I think the 20-something Parkdale crowd will talk about that one guy who got taken. Kenny. The one who wrote plays. “He seemed like an alright guy.” They’ll talk about him and how they never saw any of his plays. He will become The Writer Who Was Taken. They’ll break into his apartment one day and get his computer running, and hijack the .txts and .pdfs. They’ll stage his plays because they’ll want to understand who Kenny was, and maybe hidden in this one act about an oppressive father there will be some sort of hidden truth about how we should live. One guy will unironically call the play post-ironic. He will talk about how irony has been dead for a while. He’ll talk a lot. When the end comes, when the rapture comes, we’ll all talk a lot.  

Paul LeGrun, Head of McCain Frozen Foods R&D



“It was 1998. It was a rough time for the business. Ideas were scarce. All across the board. I mean, in that business the ‘appropriation’ of ideas was ridiculous, so when Dominoes started offering free delivery in ‘93, you better believe we were all over that. Price of oil per barrel was nowhere near the levels it is today, but even then it was a nightmare, and by ‘98 the margins were too thin. The crust, heh, wasn’t thick enough.”

“So it’s me, Ronald Katcpa, John Simmons, and Brett Carver, and we’re drinking at the hotel bar. We were at the Piazzazs, that’s the industry award, and we were two doubles in. All of us. This was the year that Pizza Hut put cheese in the crust. They were tricky: they trademarked it. Everybody showed up as a formality, but the awards were a foregone conclusion.

Waiter comes around with some celery sticks. Just celery sticks. And we take them, and I remember Ronald looking around, frantic. 

'What is it?' I asked.

'Can't stand raw celery. Where's the sauce to dip this in?'

It hits me.

Dipping sauce.

Now it seems silly. That’s the hallmark of a great invention: you wonder how come nobody ever thought of it before.

The consequences. The consequences aren’t really something you think about in that business. People burn out quick. Ten years in and I was a vet. But when I started to comprehend the damage I’d done…

I was in the R&D kitchens. We were unrolling a new line of sides —  wings, shrimp, things to build the brand. Pizza Hut started offering pasta around that time, and there was hand wringing upstairs. So, one of the techs, along with one of the marketing boys was showing me our new cheesy garlic sticks. I’m a garlic bread fan, always have been. The tech offers me one, and I’m excited. Straight out of the oven and everything. I take a bite and…and it’s bland. Paper. It was like eating paper. They look at me like I’m an idiot. The tech rushes back to the fridge and pulls out some creamy garlic sauce. “It needs a little kick.”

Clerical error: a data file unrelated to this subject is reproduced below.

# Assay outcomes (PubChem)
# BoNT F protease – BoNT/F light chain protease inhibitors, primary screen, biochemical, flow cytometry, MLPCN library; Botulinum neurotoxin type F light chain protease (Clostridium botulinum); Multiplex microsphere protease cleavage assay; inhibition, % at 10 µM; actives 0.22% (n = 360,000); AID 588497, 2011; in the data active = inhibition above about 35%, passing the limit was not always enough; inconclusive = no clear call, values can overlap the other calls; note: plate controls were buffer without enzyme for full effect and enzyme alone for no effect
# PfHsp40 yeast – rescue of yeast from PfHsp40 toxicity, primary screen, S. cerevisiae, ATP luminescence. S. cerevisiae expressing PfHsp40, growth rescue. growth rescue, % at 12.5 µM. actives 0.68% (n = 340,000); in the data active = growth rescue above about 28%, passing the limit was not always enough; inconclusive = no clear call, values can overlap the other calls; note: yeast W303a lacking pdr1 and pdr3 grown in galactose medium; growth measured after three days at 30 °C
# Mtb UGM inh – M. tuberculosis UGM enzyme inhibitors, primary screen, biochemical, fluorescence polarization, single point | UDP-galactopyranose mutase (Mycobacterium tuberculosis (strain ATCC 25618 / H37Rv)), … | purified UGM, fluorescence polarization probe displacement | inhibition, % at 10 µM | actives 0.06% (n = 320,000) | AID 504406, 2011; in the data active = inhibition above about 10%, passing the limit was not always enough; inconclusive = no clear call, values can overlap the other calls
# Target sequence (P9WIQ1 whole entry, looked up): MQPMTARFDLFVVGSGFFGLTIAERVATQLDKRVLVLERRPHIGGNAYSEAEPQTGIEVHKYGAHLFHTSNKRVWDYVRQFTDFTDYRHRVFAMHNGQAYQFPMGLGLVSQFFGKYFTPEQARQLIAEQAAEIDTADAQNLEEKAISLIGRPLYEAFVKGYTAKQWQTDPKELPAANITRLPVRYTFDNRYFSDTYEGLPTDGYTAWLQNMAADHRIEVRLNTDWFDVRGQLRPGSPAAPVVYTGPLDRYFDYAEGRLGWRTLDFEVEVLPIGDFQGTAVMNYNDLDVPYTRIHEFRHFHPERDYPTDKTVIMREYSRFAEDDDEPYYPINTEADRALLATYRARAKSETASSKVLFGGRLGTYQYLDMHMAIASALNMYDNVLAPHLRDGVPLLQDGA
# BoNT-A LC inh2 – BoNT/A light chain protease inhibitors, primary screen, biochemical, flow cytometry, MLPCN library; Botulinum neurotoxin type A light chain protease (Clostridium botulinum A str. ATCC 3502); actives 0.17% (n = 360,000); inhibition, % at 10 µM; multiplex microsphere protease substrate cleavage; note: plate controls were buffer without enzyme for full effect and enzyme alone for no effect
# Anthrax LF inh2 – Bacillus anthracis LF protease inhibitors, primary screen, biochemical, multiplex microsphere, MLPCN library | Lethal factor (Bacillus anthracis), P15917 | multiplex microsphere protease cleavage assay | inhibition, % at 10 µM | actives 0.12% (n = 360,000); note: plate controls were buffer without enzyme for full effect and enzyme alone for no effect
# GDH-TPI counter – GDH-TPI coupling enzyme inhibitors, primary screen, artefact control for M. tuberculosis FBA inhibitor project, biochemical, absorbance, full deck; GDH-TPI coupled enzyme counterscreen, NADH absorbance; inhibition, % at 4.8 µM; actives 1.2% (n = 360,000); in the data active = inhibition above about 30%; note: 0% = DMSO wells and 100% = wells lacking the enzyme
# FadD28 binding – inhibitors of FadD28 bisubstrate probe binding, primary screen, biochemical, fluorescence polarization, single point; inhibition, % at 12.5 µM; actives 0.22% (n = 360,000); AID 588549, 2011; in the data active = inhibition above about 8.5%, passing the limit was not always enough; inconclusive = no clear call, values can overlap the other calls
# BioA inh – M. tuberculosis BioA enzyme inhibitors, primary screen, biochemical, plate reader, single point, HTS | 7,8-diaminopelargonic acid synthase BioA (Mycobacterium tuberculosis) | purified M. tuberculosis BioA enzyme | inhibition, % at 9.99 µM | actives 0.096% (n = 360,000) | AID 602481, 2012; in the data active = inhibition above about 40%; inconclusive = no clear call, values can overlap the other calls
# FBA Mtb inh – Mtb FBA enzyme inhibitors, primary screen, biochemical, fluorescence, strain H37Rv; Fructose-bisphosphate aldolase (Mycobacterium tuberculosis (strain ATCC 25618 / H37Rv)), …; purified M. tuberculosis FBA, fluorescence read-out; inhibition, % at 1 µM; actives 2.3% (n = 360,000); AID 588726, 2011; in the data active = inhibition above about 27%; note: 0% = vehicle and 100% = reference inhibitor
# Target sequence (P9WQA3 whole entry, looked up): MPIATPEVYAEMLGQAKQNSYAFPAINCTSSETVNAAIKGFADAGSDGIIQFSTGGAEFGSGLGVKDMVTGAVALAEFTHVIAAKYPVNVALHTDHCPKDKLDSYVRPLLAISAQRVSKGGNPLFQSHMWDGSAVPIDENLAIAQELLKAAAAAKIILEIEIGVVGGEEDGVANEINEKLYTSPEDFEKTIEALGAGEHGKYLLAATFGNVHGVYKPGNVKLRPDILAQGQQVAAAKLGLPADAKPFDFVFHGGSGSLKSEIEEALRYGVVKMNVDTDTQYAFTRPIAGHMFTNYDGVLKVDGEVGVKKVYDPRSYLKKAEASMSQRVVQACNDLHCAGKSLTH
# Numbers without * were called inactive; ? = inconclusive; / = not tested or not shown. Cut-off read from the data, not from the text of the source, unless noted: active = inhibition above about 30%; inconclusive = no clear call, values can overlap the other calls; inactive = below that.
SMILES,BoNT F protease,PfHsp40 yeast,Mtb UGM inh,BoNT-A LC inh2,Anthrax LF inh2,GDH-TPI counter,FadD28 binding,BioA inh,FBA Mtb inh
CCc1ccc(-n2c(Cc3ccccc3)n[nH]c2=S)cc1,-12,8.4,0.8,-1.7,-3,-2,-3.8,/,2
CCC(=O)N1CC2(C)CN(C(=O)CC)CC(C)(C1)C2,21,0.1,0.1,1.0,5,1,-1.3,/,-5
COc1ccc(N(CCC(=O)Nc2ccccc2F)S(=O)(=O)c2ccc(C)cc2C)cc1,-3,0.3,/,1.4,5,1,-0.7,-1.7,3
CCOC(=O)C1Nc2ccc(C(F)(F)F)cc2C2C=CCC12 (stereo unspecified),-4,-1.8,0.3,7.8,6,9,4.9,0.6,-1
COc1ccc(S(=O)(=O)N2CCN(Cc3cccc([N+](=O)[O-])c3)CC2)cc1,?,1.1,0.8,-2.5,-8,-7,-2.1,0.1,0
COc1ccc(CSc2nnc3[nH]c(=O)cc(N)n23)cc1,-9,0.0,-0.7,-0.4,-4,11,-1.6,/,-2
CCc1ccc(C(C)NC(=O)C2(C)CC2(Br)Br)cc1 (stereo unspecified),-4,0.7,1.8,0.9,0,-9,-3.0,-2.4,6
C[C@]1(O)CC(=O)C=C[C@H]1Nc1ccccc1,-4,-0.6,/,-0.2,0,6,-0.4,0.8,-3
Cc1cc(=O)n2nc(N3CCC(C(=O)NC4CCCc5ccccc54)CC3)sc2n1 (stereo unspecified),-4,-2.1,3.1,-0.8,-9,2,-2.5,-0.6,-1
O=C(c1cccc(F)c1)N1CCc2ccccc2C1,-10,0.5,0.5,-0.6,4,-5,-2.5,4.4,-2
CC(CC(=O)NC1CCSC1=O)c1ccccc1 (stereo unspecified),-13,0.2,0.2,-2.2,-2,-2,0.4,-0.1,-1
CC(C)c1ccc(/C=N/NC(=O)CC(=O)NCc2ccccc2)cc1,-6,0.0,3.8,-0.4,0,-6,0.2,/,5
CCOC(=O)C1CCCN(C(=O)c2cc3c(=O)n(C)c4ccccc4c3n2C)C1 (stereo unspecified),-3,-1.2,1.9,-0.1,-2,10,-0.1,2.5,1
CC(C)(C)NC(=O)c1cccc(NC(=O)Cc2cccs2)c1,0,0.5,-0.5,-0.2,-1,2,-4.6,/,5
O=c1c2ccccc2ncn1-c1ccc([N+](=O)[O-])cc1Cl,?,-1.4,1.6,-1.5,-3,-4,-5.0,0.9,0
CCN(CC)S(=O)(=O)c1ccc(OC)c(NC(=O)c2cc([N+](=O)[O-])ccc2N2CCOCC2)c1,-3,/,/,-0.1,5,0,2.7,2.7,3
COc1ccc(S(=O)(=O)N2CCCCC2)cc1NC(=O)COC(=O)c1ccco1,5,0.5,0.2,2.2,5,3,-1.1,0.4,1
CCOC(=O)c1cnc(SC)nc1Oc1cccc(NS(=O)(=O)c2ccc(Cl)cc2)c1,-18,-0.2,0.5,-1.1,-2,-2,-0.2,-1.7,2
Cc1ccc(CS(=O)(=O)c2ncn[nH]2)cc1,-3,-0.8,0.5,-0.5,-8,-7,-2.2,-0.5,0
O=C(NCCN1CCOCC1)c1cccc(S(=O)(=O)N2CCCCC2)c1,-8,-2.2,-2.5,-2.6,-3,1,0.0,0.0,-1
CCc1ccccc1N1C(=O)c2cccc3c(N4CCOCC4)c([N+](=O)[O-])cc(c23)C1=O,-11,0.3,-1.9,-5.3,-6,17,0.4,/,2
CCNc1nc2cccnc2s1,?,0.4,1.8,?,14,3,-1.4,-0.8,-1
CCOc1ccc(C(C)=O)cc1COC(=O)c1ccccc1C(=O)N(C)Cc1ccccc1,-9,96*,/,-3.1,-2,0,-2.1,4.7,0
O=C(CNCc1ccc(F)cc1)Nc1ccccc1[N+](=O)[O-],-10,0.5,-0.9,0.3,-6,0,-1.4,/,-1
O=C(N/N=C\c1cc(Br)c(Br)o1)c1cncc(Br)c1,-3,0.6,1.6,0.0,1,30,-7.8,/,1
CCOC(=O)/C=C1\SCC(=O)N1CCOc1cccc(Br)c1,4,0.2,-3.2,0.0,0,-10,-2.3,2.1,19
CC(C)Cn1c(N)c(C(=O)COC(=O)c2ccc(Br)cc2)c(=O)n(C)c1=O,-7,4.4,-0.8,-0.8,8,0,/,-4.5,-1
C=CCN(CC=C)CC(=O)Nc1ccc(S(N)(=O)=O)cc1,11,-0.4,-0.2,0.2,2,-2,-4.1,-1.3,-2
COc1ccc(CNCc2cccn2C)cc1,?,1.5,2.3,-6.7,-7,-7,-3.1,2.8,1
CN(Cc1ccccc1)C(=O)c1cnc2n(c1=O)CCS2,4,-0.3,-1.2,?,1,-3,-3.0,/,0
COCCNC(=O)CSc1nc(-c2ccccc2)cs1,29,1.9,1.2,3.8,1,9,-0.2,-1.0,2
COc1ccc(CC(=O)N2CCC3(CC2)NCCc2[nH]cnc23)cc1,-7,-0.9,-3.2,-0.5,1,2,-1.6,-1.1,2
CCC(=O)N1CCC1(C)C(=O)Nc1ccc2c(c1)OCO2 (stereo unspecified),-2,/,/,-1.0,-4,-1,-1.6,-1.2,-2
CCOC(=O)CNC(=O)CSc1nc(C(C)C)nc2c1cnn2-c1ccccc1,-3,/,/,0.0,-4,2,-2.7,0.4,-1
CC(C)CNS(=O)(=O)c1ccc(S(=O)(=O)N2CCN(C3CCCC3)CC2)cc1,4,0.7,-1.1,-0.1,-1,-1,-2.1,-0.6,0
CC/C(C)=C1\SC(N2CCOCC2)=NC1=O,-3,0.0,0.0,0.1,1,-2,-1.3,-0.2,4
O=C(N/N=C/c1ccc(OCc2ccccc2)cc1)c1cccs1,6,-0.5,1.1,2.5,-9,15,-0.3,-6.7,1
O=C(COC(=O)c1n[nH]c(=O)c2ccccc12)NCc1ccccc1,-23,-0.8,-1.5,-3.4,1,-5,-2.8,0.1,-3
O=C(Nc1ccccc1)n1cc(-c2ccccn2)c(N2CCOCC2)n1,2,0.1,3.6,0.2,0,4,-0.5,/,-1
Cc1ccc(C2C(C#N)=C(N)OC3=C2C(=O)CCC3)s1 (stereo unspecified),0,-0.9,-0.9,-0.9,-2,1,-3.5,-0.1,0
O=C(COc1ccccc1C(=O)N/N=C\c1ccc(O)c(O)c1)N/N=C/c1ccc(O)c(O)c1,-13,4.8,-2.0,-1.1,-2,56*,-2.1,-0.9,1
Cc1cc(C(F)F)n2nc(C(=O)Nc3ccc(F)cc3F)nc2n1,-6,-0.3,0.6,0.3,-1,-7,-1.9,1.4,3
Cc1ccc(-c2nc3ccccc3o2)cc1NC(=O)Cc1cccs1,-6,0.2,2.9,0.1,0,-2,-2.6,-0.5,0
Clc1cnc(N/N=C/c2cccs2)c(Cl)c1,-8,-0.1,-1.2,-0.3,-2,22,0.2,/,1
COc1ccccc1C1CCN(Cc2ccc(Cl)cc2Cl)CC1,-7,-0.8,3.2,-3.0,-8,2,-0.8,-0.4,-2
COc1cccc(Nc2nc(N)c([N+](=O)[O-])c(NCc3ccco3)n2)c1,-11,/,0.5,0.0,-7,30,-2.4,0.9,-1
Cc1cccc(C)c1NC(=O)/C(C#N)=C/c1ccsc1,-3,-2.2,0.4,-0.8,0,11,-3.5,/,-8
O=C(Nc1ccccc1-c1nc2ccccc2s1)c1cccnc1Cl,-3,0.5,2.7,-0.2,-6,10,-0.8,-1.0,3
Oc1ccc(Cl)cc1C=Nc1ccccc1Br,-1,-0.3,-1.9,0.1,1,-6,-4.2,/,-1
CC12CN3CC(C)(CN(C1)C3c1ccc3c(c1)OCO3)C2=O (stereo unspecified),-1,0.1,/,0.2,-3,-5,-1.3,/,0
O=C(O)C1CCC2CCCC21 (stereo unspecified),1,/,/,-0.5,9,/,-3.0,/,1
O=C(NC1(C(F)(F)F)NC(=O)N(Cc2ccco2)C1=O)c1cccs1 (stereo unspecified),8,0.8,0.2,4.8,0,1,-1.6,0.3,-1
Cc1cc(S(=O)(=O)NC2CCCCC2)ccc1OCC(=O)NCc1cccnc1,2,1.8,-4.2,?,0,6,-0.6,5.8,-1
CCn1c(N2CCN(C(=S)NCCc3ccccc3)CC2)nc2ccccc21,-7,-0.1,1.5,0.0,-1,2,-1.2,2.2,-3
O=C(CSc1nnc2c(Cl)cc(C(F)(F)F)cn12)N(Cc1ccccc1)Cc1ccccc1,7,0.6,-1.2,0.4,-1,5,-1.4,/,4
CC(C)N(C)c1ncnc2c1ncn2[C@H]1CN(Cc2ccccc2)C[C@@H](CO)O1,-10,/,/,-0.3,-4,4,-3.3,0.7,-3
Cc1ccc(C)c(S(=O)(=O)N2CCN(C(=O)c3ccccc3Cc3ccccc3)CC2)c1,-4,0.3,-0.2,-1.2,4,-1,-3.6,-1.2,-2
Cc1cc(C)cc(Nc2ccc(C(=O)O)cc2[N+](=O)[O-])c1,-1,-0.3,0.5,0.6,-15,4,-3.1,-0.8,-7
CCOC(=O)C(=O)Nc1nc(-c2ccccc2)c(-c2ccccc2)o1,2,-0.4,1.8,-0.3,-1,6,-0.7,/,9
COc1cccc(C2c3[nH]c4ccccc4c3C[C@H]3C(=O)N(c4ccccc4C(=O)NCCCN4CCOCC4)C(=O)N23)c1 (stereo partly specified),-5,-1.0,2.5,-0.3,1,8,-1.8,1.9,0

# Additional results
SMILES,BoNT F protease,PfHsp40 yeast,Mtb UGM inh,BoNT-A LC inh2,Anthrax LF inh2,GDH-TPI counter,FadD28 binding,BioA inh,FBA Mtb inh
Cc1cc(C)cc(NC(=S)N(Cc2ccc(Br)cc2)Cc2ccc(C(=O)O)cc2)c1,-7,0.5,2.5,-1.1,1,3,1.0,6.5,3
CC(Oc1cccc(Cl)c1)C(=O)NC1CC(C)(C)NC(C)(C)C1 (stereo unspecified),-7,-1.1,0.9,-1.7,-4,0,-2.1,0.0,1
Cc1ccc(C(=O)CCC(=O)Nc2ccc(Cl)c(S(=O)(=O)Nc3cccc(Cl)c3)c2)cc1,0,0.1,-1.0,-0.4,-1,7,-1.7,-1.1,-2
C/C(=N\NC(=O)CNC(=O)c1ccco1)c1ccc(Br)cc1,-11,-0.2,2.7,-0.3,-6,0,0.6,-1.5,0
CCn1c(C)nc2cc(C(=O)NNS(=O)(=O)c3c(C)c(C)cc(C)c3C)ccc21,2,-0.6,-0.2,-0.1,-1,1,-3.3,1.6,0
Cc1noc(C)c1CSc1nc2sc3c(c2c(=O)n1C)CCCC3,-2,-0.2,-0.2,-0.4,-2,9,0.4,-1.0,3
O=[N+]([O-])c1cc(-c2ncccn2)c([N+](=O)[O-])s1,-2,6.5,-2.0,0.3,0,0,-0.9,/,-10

I resigned that week. At that moment, I understood what I had really done. We were in the dipping sauce business now. 

(sigh)

I had improved the commerce of pizza, but what of its art?

I am writing this the night before the Royal Wedding.
This will be posted 4-6 weeks after the Royal Wedding.
How do you feel about the commemorative plate now?

I am writing this the night before the Royal Wedding.

This will be posted 4-6 weeks after the Royal Wedding.

How do you feel about the commemorative plate now?

One of my customers today was a train conductor.
He told me the divorce rate was 75%. As high as cops. It’s a hard job. Always on call. You will likely miss Christmas, birthdays, anniversaries.
He loved it though. He told me that he’s paid by the mile. That is one of the most beautiful things I ever heard: Compensation based on motion.
He told me the trains were the pulse of the economy. He doesn’t believe we’re out of this recession yet. He talked about Japan and how the earthquake is being felt here.
Factories don’t rest, they either live or die. The folks at the Honda plant in Alliston, Ontario are down to three days a week (“It was either that or people were gonna get laid off. Better less days than no days.”) The assembly line keeps going, producing cars, but they’re low on computer parts, so when a car is finished, they take the computer out and send it back, so that it can be slotted into another car, to keep the line going. They have tons of cars built, all without computers. They’re completely useless, adding nothing, but the folks in Alliston don’t care. They’re paid by the hour.

One of my customers today was a train conductor.

He told me the divorce rate was 75%. As high as cops. It’s a hard job. Always on call. You will likely miss Christmas, birthdays, anniversaries.